How to Access Mental Health Benefits

Mental health issues are more prevalent and the funds needed to address them are becoming more available. Employer health plans often include mental health benefits both for the employee and their dependents. The ACA also includes mental health benefits for those on state subsidy and small employer plans.

State Medicaid programs provide some mental health services and the Children's Health Insurance Program (CHIP) beneficiaries receive a full service array. These services often include counseling, therapy, medication management, social work services, peer supports, and substance use disorder treatment. While states determine which of these services to cover for adults, Medicaid and CHIP requires that children enrolled in Medicaid receive a wide range of medically necessary services, including mental-health services.

Can Employers Help Employees Manage Family Stress?

Yes! One of the top benefits that employees now request is a flexible schedule, often to allow them to better balance work-home commitments. This benefit allows parents to better monitor teens and attend to the caregiving that may be necessary.

In one experiment by an MIT researcher, she created two groups of employees, with one group of employees allowed the freedom to work where they wanted while their manager supported their personal decision. The result was that employees were more engaged and happier than the group that did not receive manager support and did not have control over their workplace. Companies who support their employees with flexible arrangements, in addition to valuable health plans, created a more engaging relationship with their employees.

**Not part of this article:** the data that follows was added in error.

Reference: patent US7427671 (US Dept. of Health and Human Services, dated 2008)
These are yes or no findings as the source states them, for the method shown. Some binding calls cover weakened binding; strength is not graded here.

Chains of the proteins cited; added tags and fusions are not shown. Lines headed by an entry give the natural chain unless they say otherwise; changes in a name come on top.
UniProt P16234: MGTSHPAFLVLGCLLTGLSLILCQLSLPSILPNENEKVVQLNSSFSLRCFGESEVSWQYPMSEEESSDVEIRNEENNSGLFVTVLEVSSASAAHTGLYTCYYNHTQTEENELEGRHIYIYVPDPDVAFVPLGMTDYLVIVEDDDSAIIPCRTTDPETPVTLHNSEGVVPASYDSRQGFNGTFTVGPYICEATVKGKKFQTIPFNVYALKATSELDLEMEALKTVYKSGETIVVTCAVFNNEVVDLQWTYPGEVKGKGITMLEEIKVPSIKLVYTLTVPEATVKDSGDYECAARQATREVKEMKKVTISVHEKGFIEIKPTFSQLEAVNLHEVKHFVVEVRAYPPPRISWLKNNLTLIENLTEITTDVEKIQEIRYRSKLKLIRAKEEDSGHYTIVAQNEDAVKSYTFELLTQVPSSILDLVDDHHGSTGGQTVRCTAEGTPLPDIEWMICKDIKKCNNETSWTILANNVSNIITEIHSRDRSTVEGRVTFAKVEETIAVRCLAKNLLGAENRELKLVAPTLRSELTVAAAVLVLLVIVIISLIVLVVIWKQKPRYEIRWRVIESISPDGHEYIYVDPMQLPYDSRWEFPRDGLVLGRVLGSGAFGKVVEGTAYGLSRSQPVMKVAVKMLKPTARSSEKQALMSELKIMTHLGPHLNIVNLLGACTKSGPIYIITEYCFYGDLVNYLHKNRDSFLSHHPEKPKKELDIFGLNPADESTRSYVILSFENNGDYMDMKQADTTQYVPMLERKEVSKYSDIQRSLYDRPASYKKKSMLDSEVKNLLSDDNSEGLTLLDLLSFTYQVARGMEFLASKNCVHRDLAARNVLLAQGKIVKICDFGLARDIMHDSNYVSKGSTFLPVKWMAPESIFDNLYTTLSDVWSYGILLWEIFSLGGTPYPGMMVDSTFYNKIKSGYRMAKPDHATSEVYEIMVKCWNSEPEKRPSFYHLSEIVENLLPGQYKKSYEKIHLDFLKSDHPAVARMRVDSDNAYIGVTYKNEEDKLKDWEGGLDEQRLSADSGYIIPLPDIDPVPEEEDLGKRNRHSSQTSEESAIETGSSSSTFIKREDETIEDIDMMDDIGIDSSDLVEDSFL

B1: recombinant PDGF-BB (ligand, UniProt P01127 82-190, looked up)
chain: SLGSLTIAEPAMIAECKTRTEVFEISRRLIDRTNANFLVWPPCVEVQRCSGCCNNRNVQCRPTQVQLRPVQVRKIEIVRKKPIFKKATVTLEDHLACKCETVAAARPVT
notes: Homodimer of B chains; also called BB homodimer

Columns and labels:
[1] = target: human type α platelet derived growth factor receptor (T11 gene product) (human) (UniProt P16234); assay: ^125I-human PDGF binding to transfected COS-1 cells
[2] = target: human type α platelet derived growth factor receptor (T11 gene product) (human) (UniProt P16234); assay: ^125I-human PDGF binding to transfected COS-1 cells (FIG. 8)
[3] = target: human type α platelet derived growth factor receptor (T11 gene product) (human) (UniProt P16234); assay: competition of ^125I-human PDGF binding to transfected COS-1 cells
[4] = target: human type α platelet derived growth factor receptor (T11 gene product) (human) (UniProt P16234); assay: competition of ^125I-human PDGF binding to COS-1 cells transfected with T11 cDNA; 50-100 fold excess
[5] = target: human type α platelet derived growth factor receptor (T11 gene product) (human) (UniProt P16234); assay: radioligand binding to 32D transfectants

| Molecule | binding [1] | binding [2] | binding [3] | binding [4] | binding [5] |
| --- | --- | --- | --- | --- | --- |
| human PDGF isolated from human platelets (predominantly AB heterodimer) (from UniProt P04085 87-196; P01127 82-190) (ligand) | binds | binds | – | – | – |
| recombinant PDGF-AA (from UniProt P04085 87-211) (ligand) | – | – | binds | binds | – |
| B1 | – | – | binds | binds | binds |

While "job stress" is a primary reason for the overall stress that employees feel, 20% of the stress is related to the inability to balance work-life commitments, which can include monitoring and caring for teen physical and mental health issues. These issues can result in loss of productivity due to stress. Statistics show that 42% of employees lose up to 30 minutes a day for stress related issues and 35% lose up to an hour per day, making for a significant loss of time and effort for employers.

Teen anxiety is a serious issue that must be addressed in order for adolescents to grow into mature, healthy adults. Providing them with the therapeutic and financial resources necessary to get them on the right track is readily available. Though it requires some effort, it can benefit teens, parents, and employers in the long run.